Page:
Was the Right to Keep and Bear Arms Conditioned on Service in an Organized Militia? THE MILITIA AND THE RIGHT TO ARMS, OR, How THE SECOND AMENDMENT FELL SILENT. By H. Richard Uviller[dagger] and William G. Merkel.[dagger][dagger] Durham: Duke University Press, 2002. Pp. xii, 340. $19.95.
Those who deny that the original meaning of the Second Amendment protected an individual right to keep and bear arms on a par with the rights of freedom of speech, press, and assembly no longer claim that the amendment refers only to a "collective right" of states to maintain their militias. Instead, they now claim that the right, although belonging to individuals, was conditioned on service in an organized militia. With the demise of organized militias, they contend, the right lost any relevance to constitutional adjudication. In this Essay, I evaluate the case made for this historical claim by Richard Ovuler and William Merke! in their book, The Militia and the Right to Arms, or, How the Second Amendment Fell Silent. I also evaluate their denial that the original meaning of the Fourteenth Amendment protected an individual right to arms unconditioned on militia service. I find both claims inconsistent with the available evidence of original meaning and also, perhaps surprisingly, with existing federal law.
Who says that even heated conflicts over constitutional meaning can never progress? Over the past ten years, the intellectual clash between those who claimed that, at the time of the founding, the "right to keep and bear arms" protected by the Second Amendment was a "collective right" of the states to preserve their militia and those who maintain instead that it originally referred to an individual right akin to the others protected in the Bill of Rights has been resolved. That the individual right view prevailed definitively is evidenced by the fact that no Second Amendment scholar, no matter how inimical to gun rights, makes the "collective right" claim any more. All now agree that the Second Amendment originally referred to the right of the individual.1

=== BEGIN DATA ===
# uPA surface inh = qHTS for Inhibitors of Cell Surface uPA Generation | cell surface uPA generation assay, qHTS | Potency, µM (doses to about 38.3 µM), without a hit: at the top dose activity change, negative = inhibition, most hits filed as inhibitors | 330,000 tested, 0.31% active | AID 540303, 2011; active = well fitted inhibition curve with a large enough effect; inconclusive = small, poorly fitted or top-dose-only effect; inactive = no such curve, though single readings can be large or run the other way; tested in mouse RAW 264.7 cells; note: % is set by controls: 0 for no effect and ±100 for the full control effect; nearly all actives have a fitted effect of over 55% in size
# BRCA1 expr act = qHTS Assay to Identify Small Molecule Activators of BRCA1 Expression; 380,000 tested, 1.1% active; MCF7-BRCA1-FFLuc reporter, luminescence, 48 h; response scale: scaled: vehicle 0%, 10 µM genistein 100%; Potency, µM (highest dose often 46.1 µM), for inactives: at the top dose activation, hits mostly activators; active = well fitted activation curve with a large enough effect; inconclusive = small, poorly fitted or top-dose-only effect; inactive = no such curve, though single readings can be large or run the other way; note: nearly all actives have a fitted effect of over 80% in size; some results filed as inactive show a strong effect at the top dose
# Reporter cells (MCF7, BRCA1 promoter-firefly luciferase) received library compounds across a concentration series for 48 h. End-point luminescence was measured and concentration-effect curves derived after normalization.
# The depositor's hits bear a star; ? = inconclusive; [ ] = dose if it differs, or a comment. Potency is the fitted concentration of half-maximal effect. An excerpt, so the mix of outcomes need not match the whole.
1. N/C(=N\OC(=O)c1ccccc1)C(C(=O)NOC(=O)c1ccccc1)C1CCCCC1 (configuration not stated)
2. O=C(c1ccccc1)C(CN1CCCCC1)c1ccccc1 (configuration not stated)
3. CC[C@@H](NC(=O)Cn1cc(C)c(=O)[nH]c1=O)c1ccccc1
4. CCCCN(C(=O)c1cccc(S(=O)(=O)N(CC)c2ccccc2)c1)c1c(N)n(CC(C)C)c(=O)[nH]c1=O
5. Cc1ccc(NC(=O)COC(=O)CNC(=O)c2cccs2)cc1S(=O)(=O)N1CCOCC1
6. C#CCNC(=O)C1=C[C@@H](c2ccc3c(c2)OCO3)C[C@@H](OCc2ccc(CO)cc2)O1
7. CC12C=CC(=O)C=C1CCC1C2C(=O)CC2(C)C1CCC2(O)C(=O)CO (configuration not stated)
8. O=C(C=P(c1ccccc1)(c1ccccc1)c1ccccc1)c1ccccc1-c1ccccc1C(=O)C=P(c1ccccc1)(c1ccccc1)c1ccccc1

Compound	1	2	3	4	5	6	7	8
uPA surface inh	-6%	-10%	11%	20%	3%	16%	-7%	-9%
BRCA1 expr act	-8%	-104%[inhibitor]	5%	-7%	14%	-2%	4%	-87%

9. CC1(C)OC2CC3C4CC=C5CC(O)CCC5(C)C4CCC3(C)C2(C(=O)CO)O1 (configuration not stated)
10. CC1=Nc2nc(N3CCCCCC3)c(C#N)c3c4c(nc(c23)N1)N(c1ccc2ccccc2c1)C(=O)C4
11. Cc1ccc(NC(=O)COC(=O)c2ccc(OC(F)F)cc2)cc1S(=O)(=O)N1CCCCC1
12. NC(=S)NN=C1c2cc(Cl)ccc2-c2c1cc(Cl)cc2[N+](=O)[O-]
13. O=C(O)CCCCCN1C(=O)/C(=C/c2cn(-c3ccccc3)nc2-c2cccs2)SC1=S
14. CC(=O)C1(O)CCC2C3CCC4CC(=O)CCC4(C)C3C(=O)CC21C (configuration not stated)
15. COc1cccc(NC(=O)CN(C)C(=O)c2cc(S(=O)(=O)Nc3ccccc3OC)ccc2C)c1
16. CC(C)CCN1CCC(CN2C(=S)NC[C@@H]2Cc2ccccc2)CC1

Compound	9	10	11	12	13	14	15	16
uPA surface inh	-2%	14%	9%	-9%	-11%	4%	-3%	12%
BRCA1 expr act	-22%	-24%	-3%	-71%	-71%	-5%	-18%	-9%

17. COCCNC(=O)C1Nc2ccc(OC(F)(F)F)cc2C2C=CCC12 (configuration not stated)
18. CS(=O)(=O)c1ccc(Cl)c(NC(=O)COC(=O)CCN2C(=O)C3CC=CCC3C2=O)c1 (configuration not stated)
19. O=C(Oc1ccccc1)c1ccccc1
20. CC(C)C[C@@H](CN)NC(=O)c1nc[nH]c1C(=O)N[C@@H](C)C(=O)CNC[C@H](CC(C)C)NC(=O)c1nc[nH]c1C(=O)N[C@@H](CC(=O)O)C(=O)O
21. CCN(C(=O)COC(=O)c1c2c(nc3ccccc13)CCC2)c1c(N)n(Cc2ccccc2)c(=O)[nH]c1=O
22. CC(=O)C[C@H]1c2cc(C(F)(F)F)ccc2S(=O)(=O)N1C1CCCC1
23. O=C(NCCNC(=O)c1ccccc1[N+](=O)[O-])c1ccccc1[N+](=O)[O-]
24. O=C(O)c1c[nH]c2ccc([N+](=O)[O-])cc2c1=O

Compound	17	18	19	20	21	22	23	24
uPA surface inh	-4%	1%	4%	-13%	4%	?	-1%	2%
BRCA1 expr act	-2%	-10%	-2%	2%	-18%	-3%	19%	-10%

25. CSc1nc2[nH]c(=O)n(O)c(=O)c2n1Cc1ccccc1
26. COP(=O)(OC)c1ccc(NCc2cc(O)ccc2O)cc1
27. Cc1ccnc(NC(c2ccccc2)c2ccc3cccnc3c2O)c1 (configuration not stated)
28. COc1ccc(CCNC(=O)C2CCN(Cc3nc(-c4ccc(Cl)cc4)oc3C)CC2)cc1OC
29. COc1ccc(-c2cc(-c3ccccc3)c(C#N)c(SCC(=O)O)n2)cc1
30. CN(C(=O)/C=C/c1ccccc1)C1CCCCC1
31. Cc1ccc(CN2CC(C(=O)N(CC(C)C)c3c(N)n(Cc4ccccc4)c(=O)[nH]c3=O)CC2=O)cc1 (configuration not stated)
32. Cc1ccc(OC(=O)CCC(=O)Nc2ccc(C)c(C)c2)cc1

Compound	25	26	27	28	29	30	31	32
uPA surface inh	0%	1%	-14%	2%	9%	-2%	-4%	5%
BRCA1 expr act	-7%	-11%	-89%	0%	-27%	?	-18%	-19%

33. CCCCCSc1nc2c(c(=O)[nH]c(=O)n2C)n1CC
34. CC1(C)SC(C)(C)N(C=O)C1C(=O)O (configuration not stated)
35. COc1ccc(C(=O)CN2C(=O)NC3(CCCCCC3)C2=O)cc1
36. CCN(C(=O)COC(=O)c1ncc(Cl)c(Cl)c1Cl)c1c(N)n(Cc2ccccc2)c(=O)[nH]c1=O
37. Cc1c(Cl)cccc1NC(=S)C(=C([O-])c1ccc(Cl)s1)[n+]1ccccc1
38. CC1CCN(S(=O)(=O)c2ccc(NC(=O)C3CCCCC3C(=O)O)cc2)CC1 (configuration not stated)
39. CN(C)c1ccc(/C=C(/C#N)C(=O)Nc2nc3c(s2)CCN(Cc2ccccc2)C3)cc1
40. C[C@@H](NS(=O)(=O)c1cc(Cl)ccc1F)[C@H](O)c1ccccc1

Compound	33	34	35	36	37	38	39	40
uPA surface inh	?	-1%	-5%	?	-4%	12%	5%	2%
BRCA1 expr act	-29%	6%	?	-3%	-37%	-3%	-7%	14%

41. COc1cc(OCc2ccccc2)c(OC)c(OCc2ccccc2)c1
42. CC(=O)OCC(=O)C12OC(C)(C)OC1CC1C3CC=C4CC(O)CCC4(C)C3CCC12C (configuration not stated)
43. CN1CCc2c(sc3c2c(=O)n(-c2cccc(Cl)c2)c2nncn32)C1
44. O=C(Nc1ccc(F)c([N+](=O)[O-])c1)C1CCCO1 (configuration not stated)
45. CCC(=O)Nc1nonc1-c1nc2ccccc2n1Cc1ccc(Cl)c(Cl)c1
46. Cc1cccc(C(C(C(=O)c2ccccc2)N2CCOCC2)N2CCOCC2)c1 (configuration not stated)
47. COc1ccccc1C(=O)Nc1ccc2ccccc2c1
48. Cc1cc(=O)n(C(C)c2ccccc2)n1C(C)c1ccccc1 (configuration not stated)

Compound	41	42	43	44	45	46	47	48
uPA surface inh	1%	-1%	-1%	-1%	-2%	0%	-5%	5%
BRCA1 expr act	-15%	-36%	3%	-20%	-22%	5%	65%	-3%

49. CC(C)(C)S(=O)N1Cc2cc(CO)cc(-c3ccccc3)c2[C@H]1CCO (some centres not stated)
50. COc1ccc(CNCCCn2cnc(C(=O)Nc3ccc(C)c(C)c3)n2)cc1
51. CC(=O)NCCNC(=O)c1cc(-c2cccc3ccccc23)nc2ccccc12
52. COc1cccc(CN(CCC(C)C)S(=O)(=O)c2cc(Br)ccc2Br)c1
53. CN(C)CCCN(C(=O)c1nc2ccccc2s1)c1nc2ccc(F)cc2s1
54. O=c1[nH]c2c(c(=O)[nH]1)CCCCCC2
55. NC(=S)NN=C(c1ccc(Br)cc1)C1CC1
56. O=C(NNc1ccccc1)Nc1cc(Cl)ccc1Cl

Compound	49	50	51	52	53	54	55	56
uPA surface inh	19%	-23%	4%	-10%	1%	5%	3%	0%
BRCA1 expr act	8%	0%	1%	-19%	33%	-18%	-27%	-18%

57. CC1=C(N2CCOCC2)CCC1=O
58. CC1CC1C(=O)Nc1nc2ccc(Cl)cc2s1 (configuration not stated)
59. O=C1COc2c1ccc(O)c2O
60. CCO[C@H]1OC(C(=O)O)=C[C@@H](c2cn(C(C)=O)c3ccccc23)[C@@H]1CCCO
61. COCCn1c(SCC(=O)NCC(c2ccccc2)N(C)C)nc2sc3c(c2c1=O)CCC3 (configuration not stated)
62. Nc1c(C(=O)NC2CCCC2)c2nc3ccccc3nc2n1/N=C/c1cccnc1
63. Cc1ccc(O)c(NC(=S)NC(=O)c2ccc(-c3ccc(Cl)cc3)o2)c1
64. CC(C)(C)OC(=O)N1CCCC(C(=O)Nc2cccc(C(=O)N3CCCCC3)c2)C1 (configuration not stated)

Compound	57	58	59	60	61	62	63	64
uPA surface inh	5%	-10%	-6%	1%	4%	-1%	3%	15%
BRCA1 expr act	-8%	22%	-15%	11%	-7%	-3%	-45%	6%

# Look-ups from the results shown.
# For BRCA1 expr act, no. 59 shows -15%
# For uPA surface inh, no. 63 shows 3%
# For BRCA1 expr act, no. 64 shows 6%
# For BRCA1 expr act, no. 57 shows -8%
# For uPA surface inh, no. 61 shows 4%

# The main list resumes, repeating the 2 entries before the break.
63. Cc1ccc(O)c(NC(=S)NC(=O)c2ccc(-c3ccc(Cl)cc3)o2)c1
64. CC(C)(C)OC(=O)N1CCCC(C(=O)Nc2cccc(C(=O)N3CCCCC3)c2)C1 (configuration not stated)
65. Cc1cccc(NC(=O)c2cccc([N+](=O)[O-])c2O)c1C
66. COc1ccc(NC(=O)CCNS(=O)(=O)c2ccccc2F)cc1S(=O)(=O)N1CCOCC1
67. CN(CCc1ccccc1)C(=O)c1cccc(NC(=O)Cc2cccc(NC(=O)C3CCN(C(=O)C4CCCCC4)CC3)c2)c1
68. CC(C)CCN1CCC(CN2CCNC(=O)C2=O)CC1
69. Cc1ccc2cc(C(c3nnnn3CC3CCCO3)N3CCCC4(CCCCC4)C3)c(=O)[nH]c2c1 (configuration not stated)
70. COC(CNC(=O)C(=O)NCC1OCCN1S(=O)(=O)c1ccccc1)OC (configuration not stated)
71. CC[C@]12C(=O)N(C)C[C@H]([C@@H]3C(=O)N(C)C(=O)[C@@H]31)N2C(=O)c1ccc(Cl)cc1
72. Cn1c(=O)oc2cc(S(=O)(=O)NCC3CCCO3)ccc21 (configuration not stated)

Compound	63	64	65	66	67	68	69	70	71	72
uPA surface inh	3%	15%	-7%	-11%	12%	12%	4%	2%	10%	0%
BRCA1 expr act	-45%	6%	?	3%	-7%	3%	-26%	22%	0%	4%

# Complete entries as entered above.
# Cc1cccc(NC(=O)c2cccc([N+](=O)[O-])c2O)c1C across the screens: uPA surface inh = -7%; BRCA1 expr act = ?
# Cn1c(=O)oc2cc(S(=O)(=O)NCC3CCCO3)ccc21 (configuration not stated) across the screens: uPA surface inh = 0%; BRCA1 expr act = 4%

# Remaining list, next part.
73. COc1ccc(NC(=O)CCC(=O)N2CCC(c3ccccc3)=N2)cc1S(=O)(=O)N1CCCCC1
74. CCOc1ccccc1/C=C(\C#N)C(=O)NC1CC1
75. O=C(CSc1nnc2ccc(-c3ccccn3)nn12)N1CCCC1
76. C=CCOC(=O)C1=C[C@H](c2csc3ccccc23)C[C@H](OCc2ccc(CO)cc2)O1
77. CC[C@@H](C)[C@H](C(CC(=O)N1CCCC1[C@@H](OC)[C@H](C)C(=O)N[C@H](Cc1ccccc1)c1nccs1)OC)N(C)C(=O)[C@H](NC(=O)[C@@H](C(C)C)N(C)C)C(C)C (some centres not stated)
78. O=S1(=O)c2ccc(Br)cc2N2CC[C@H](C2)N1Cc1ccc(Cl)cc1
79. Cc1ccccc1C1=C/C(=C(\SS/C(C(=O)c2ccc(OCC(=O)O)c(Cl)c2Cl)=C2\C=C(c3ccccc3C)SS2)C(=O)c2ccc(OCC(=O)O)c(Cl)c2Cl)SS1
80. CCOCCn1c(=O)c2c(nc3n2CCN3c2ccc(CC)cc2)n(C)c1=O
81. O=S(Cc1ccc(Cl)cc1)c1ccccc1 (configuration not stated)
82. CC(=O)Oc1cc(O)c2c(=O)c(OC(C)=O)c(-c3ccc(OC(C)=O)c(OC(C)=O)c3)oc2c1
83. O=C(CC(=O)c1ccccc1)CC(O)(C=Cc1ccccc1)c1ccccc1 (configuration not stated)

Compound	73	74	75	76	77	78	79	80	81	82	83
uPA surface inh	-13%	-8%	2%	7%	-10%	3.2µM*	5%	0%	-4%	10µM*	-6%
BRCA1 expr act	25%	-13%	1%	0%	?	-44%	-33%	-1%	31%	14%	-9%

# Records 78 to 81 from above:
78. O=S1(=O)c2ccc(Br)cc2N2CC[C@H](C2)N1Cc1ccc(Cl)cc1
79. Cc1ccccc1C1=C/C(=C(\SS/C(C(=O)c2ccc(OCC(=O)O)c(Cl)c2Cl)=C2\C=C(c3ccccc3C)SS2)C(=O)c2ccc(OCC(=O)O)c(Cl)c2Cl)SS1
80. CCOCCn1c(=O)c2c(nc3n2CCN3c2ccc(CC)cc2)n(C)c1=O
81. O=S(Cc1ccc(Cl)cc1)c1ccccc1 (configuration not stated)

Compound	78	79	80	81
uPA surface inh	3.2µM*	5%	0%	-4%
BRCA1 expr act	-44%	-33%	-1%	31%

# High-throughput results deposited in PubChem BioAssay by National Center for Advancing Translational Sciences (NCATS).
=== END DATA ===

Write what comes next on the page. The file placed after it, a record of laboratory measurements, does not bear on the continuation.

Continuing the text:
Indeed, the fact that the collective right theory was once so confidently advanced by gun control enthusiasts2 is on its way down the collective memory hole as though it had never been asserted. With its demise, the intellectual debate over the original meaning of the second Amendment has turned in a different direction. Although now conceding that the right to keep and bear arms indeed belongs to individuals rather than to states, almost without missing a beat, gun control enthusiasts now claim with equal assurance that the individual right to bear arms was somehow "conditioned" in its exercise on participation in an organized militia.
The "militia-conditioned individual right" theory represents an advance for the anti-gun-rights position. It obviates (a) the copious evidence, both direct and circumstantial, that "the right to keep and bear arms" belonged to individuals3 and (b) the lack of any direct evidence that the Second Amendment protected some sort of a never-very-well-specified power of states, while (c) allowing opponents of gun rights to maintain, as they did with the "collective right" theory, that the second Amendment is irrelevant to the constitutionality of modern gun laws. But is the theory supported by the available evidence?
The latest to make this historical claim are Richard Uviller and William Merkel. In their book, The Militia and the Right to Arma, or, How the Second Amendment Fell Silent, Uviller and Merkel reject the collective right theory and characterize the Second Amendment "right to keep and bear arms" as an individual right.4 However, they further claim that, because the right to arms may be exercised only while participating as part of an organized militia,5 its existence as a constitutional right is conditioned on the continued existence of a well-regulated militia. With the demise of the organized militia, so too has vanished the right to keep and bear arms. …